The classification between employee or contractor affects your tax, super obligations and could even bring about penalties if you get it wrong. It comes down to asking the right questions and weighing up the circumstances of your working arrangement.
What is the difference between an employee and a contractor?
The table below outlines some of the main factors that can help you determine whether a worker is an employee or a contractor. These factors should be taken together as no one feature will guarantee that a worker is an employee.
Are any workers always employees?
Any of the following types of workers are always treated as employees:
- Trades assistants
Apprentices and trainees can be full-time, part-time or school-based. They usually have a formal training agreement in place with the business they work for and are paid under an award and receive specific pay and conditions. The work arrangements for trainees and apprentices is always employment and you must meet the same tax and super obligations as you do for any other employees of your business.
Are any workers always contractors?
An employee must be a person. If you have hired a company, trust or partnership to do the work then it will be a contracting relationship.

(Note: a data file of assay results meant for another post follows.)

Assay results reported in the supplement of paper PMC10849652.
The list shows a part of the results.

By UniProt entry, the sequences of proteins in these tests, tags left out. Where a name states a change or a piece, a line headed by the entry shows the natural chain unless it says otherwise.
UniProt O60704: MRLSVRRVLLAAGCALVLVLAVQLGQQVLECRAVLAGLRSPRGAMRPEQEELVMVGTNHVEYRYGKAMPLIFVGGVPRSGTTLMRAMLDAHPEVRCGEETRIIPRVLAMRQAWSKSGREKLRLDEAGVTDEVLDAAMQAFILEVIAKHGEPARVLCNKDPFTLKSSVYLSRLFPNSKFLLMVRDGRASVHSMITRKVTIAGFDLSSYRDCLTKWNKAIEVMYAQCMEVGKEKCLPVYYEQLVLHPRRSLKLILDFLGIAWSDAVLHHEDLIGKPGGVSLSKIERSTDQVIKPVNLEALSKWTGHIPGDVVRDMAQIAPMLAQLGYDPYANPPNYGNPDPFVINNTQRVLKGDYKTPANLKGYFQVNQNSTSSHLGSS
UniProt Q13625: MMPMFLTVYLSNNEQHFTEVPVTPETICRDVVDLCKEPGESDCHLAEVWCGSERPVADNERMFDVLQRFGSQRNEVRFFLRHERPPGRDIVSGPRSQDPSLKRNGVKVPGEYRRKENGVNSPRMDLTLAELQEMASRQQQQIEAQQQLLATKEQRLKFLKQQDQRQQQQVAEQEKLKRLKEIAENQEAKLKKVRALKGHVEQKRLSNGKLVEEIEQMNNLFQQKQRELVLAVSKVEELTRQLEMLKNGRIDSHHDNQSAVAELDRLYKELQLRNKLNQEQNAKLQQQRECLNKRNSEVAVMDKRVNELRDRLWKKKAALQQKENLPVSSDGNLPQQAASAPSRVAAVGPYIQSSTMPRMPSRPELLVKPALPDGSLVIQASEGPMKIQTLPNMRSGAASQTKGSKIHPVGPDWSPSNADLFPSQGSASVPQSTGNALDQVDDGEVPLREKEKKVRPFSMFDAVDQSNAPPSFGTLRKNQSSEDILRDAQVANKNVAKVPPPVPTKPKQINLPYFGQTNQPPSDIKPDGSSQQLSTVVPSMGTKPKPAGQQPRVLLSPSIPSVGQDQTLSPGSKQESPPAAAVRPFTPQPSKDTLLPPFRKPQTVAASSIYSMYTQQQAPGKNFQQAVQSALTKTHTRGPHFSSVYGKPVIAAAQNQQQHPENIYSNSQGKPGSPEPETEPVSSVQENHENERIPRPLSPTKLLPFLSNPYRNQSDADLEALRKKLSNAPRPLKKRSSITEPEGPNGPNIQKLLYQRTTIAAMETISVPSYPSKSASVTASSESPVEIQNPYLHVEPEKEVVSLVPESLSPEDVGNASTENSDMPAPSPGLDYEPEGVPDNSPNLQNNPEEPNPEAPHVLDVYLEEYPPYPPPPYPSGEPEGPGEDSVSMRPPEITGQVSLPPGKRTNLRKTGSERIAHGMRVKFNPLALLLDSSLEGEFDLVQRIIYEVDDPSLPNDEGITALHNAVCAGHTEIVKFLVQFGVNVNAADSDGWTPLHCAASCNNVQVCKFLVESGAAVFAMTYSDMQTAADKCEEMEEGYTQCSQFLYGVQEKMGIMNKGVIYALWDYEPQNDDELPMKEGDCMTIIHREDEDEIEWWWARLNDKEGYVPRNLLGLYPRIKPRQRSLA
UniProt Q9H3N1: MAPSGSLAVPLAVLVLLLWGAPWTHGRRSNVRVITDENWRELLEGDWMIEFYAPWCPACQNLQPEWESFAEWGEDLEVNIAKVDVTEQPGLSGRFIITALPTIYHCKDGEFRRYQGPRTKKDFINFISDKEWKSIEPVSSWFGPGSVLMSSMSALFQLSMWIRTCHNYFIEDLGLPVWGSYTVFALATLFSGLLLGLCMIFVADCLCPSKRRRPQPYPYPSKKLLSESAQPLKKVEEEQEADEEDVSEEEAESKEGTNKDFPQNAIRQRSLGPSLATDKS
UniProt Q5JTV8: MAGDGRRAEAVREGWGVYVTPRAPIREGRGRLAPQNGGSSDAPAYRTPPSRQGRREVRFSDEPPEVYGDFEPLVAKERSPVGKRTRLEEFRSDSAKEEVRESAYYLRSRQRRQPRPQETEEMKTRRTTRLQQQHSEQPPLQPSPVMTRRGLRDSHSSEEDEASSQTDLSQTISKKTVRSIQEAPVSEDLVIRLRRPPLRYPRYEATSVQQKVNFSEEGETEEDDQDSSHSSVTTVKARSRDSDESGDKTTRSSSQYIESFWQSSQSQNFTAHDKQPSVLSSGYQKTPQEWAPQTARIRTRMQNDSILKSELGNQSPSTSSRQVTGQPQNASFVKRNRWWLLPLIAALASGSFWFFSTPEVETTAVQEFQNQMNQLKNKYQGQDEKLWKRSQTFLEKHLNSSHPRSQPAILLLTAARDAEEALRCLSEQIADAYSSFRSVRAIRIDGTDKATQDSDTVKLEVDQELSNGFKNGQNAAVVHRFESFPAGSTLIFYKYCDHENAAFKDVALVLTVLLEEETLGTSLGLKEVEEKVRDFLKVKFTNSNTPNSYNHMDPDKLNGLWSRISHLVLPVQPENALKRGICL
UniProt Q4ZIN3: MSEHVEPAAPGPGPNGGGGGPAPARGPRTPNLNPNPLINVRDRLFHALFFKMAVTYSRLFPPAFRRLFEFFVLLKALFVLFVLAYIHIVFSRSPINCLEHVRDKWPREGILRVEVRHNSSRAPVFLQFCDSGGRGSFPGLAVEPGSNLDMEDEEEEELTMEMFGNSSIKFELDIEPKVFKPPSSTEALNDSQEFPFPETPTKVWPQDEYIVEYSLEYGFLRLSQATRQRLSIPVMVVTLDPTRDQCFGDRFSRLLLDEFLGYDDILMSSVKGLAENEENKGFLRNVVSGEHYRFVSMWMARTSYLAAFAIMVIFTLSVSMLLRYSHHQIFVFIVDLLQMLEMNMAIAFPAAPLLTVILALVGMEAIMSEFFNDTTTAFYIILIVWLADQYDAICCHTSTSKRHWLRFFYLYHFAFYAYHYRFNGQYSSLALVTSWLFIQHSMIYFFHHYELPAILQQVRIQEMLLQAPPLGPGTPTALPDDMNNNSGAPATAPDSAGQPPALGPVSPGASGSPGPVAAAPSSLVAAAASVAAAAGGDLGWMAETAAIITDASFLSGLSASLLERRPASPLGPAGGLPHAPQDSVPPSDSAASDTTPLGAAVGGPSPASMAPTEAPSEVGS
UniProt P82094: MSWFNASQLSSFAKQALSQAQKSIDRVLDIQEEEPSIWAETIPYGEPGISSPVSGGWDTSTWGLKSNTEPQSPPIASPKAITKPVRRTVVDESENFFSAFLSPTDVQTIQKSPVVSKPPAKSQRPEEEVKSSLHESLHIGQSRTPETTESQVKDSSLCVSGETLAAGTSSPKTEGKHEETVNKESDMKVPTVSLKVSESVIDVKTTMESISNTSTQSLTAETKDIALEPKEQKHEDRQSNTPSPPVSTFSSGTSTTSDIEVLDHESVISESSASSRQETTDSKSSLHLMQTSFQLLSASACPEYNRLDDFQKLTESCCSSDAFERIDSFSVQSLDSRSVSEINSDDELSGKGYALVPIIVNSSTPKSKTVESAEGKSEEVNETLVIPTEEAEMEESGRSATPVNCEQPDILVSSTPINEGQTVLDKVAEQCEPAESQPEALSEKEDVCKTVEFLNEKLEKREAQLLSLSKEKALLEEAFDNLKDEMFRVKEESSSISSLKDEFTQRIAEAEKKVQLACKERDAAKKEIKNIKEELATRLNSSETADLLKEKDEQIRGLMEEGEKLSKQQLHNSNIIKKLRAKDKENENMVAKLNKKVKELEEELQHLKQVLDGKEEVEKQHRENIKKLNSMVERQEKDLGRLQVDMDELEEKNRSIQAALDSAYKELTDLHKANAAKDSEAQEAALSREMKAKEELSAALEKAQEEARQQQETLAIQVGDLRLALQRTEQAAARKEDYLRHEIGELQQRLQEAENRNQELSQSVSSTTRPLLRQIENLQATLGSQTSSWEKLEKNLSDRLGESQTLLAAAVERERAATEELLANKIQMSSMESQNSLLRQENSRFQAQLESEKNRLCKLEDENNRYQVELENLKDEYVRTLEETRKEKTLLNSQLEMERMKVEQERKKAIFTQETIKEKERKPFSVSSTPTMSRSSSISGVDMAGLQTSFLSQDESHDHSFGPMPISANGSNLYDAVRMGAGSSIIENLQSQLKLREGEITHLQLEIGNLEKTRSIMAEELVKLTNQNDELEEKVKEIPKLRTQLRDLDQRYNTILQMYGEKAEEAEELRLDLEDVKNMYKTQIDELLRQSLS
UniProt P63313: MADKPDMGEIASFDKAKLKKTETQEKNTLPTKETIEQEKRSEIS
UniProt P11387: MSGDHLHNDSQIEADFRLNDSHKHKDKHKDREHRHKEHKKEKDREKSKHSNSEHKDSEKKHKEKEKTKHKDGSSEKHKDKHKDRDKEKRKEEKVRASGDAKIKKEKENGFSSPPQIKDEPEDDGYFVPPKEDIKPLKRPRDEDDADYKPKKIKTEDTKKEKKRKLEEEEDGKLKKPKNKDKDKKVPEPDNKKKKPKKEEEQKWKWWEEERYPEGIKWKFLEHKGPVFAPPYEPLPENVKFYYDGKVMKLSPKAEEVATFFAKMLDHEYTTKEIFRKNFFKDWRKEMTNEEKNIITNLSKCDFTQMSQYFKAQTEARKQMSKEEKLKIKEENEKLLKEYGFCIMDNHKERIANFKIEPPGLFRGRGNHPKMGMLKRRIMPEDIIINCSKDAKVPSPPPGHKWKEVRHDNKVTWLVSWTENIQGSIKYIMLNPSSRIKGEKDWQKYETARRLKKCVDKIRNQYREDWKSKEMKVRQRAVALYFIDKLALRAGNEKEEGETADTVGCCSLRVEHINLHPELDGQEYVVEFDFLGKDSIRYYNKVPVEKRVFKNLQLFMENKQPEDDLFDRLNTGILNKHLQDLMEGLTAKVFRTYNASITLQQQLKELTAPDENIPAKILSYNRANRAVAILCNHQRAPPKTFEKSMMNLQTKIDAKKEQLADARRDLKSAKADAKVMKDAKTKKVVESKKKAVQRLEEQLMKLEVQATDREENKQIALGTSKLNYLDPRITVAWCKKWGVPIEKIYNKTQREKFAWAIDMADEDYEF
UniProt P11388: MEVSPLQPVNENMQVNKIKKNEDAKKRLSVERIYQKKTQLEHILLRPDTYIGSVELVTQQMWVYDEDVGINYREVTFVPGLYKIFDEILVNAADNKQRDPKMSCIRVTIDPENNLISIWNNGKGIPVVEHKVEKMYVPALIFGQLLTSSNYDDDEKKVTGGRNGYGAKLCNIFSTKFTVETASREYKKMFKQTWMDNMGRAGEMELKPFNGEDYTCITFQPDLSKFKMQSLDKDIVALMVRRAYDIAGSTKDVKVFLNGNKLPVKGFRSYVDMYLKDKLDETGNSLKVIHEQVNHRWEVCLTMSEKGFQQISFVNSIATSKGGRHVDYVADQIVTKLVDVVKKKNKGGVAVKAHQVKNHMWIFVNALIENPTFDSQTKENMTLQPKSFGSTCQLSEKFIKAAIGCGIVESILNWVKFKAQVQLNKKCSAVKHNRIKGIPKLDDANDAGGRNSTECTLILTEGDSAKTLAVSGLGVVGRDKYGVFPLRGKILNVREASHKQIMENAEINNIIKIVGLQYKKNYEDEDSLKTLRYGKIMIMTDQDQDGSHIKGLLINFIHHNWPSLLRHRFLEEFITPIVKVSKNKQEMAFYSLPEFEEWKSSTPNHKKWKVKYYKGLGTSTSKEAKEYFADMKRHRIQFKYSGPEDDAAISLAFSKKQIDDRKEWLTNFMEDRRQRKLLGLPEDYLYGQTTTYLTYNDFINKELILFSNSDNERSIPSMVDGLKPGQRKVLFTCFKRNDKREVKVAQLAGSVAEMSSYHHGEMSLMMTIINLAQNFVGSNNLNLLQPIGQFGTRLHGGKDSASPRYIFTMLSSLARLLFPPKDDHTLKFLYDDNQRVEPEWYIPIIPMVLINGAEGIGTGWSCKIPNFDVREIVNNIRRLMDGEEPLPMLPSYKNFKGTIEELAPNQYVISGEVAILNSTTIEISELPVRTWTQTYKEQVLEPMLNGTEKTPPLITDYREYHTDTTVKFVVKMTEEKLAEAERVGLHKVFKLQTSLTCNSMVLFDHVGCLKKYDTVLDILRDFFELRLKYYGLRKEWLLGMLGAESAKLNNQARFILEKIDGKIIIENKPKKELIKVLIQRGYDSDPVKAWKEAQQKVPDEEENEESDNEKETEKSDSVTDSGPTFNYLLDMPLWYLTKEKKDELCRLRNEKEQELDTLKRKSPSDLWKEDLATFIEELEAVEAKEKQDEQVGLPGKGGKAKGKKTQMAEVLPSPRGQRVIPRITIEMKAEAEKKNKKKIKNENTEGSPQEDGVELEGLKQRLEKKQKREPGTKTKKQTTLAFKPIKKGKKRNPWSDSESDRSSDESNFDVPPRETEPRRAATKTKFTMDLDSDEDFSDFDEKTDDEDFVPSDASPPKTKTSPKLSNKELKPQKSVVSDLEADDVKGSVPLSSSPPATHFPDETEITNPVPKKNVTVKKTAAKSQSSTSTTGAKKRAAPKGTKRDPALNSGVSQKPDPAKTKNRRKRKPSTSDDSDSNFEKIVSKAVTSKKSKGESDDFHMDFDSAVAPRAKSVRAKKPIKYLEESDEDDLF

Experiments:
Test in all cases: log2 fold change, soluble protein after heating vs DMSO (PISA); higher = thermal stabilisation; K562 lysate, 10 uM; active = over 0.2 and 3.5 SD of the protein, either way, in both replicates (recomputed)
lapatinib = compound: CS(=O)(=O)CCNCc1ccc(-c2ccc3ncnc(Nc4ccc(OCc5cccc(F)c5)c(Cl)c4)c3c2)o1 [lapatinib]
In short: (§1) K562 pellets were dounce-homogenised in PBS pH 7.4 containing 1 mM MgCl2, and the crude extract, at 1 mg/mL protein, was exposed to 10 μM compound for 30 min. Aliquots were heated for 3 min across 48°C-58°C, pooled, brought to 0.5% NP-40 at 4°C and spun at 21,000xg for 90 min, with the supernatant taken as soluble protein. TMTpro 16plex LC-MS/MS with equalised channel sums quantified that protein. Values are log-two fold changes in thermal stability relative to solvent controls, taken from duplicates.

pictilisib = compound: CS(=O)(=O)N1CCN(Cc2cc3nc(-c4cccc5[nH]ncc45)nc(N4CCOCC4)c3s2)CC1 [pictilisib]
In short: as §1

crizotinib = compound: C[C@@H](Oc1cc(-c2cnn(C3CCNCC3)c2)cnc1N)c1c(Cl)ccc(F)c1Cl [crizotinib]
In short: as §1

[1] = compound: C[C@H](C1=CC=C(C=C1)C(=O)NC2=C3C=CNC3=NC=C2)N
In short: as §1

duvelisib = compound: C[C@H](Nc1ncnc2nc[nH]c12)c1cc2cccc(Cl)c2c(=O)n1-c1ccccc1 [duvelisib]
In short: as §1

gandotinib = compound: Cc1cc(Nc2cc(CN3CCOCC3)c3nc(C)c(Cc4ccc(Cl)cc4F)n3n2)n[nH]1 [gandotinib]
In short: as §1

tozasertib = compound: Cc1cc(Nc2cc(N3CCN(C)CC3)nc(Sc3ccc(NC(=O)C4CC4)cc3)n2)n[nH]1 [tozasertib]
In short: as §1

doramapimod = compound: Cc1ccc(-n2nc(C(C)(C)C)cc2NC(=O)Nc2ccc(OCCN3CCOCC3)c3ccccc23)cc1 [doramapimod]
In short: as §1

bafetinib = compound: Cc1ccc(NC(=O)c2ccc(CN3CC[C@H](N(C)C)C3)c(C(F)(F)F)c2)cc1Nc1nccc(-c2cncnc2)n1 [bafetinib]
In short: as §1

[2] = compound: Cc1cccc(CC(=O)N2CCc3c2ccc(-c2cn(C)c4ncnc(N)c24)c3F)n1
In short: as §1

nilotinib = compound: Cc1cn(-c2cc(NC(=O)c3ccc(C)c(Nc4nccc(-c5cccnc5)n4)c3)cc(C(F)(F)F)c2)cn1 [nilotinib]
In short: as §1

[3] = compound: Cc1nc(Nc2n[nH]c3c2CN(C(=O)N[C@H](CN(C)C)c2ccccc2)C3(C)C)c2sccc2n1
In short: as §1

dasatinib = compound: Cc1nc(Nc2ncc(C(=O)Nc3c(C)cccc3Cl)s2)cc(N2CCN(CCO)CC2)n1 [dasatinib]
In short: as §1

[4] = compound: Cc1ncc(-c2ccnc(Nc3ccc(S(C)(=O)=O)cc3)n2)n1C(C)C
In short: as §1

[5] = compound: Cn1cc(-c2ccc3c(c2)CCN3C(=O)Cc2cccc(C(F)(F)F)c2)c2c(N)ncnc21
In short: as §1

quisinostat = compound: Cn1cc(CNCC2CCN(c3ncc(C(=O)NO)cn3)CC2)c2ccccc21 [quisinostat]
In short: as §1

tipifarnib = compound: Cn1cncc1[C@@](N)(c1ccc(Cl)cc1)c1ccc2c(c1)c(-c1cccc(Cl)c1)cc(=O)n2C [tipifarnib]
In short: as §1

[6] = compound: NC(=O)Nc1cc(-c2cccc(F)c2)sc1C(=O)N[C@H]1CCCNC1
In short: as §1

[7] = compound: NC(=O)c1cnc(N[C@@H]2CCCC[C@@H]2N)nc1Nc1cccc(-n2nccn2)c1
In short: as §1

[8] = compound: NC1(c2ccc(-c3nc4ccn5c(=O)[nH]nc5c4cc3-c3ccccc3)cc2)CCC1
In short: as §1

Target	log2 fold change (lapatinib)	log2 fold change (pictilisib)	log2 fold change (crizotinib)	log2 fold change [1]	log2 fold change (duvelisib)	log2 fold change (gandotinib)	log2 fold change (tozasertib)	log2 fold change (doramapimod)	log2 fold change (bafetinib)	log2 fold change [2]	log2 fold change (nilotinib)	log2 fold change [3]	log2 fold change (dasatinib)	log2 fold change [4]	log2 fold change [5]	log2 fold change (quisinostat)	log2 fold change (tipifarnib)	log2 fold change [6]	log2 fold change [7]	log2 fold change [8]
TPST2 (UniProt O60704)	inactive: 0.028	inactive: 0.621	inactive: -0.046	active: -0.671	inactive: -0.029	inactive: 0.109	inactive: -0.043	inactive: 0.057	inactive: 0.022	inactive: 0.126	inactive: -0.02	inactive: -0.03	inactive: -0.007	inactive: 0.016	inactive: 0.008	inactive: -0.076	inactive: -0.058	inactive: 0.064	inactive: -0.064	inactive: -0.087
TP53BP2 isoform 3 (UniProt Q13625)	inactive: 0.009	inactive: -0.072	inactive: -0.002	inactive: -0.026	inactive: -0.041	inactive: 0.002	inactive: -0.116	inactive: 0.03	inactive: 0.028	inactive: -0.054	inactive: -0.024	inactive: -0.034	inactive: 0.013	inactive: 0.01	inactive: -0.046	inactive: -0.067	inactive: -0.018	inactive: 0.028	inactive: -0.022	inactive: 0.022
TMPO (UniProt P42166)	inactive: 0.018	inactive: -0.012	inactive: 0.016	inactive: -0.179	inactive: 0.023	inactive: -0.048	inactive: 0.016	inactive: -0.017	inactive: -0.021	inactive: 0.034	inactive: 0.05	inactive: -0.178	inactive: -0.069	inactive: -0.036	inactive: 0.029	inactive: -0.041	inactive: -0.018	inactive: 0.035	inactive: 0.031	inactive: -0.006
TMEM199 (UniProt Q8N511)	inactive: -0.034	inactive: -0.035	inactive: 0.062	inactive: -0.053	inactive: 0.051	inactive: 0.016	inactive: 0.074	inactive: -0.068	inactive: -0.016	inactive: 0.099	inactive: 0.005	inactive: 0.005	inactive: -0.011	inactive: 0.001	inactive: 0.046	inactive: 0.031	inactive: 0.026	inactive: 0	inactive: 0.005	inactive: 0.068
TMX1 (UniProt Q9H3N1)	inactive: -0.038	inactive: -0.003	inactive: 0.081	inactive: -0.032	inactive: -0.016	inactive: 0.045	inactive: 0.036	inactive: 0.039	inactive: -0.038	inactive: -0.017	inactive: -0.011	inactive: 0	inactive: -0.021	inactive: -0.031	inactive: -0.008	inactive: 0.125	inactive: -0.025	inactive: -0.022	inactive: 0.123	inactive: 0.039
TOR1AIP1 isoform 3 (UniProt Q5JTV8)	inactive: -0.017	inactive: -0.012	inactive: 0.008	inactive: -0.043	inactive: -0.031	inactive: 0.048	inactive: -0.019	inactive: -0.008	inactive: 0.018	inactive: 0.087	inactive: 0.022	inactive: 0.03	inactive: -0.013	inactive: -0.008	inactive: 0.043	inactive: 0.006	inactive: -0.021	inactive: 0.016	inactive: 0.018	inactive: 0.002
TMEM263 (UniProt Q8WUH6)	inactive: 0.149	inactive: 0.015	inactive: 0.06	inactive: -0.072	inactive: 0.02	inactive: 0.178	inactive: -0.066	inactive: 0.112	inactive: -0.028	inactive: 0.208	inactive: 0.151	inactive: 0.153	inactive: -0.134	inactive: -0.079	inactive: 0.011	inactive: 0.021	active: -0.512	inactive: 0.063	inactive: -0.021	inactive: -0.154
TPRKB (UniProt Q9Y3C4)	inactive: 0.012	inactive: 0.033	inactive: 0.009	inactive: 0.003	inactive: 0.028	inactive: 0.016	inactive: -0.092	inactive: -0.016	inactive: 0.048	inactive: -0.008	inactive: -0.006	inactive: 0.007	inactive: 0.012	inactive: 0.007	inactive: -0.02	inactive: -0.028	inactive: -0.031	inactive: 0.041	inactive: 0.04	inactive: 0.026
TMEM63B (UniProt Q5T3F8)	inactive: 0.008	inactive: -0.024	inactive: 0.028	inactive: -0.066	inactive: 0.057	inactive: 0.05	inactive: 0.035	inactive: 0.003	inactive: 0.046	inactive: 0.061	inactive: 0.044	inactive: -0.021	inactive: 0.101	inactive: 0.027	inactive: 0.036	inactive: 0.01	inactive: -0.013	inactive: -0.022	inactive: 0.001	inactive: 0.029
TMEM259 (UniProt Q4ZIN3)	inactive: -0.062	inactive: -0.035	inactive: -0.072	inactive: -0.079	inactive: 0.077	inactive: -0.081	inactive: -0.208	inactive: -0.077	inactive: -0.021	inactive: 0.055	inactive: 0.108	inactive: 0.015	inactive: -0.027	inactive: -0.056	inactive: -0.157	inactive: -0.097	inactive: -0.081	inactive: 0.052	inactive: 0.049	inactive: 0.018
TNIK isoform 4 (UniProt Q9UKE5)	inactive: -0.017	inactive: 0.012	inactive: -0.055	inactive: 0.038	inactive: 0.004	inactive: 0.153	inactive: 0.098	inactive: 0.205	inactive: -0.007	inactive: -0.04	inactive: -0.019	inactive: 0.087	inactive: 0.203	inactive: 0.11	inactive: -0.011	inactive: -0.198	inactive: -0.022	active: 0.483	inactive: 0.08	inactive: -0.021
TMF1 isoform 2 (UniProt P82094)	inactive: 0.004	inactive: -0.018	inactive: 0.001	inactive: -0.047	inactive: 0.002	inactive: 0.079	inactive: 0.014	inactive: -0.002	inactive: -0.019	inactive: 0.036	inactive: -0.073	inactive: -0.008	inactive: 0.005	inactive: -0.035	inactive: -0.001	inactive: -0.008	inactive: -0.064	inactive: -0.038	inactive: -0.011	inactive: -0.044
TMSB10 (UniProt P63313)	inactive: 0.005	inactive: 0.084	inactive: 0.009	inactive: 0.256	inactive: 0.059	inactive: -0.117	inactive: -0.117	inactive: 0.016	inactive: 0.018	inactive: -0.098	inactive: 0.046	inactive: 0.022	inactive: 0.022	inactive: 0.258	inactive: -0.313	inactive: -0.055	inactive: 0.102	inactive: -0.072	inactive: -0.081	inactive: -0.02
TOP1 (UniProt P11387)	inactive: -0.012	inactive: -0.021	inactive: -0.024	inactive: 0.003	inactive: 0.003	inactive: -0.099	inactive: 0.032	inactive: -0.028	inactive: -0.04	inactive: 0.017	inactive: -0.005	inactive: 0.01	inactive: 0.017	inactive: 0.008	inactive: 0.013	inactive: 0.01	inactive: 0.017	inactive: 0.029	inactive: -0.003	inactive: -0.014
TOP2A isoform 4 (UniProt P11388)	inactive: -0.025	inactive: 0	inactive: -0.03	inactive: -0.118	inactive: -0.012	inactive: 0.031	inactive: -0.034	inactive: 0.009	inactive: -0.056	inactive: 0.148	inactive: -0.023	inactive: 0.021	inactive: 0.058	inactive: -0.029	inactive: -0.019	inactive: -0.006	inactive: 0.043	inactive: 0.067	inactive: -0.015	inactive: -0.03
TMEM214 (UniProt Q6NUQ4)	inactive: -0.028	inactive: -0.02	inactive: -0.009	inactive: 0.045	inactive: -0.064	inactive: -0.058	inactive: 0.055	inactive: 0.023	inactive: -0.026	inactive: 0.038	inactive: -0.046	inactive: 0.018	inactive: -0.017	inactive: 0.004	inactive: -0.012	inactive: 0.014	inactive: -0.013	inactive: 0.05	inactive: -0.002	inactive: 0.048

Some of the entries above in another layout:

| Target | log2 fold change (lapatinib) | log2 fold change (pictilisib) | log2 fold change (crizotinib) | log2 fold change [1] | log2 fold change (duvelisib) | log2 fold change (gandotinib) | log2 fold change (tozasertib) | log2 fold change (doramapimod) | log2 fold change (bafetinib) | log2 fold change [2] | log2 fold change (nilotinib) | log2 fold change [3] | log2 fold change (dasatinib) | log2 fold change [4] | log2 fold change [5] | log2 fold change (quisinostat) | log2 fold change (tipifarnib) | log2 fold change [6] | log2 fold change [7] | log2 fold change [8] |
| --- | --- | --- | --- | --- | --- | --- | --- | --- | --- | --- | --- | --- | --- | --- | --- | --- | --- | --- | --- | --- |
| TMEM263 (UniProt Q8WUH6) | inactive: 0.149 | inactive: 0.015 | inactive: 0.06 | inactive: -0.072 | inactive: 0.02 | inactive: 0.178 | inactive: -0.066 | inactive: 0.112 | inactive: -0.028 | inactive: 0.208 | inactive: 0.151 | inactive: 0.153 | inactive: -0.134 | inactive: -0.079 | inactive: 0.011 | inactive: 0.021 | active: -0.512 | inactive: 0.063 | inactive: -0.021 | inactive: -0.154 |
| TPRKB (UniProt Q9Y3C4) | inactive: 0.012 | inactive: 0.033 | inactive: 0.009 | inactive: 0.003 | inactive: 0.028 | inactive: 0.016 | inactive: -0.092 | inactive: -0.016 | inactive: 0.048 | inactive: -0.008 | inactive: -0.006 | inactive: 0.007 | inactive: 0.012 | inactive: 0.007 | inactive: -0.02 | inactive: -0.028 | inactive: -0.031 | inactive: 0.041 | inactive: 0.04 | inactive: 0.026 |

What about labour hire arrangements?
If you have obtained a worker through a labour hire firm and pay that firm for the work performed at your business, then your business has a contract with the labour hire firm. The labour hire firm will be responsible for that worker’s PAYG withholding, super and Fringe Benefits Tax (FBT) obligations.
What are the tax and super obligations for an employee vs a contractor?
If your worker is an employee, you will need to:
- Withhold tax (PAYG withholding) from their wages and report this to the ATO
- Pay super at least quarterly to eligible employees
- Report and pay FBT if you provide your employee with fringe benefits
If your worker is a contractor:
- You do not need to withhold tax from their payments unless they don’t quote their ABN to you or you have a voluntary agreement in place with them
- You may still have to pay super for individual contractors if the contract is principally for their labour
- You do not have FBT obligations
What are the penalties for getting it wrong?
It is the against the law for a business to incorrectly treat their employees as contractors. Businesses that do this lower their labour costs by avoiding their tax and super obligations and denying workers their employee entitlements.
Some of the penalties and charges include:
- PAYG withholding penalty – for failing to deduct tax from worker payments
- Super guarantee shortfall amounts – the amount of super obligations that should have been paid to a complying super fund
- Interest charges
- Administration fees
- An additional super guarantee charge of up to 200%
If you have any questions about the employment or contracting relationship with any of your workers, please contact one of our Team on (08) 9316 7000.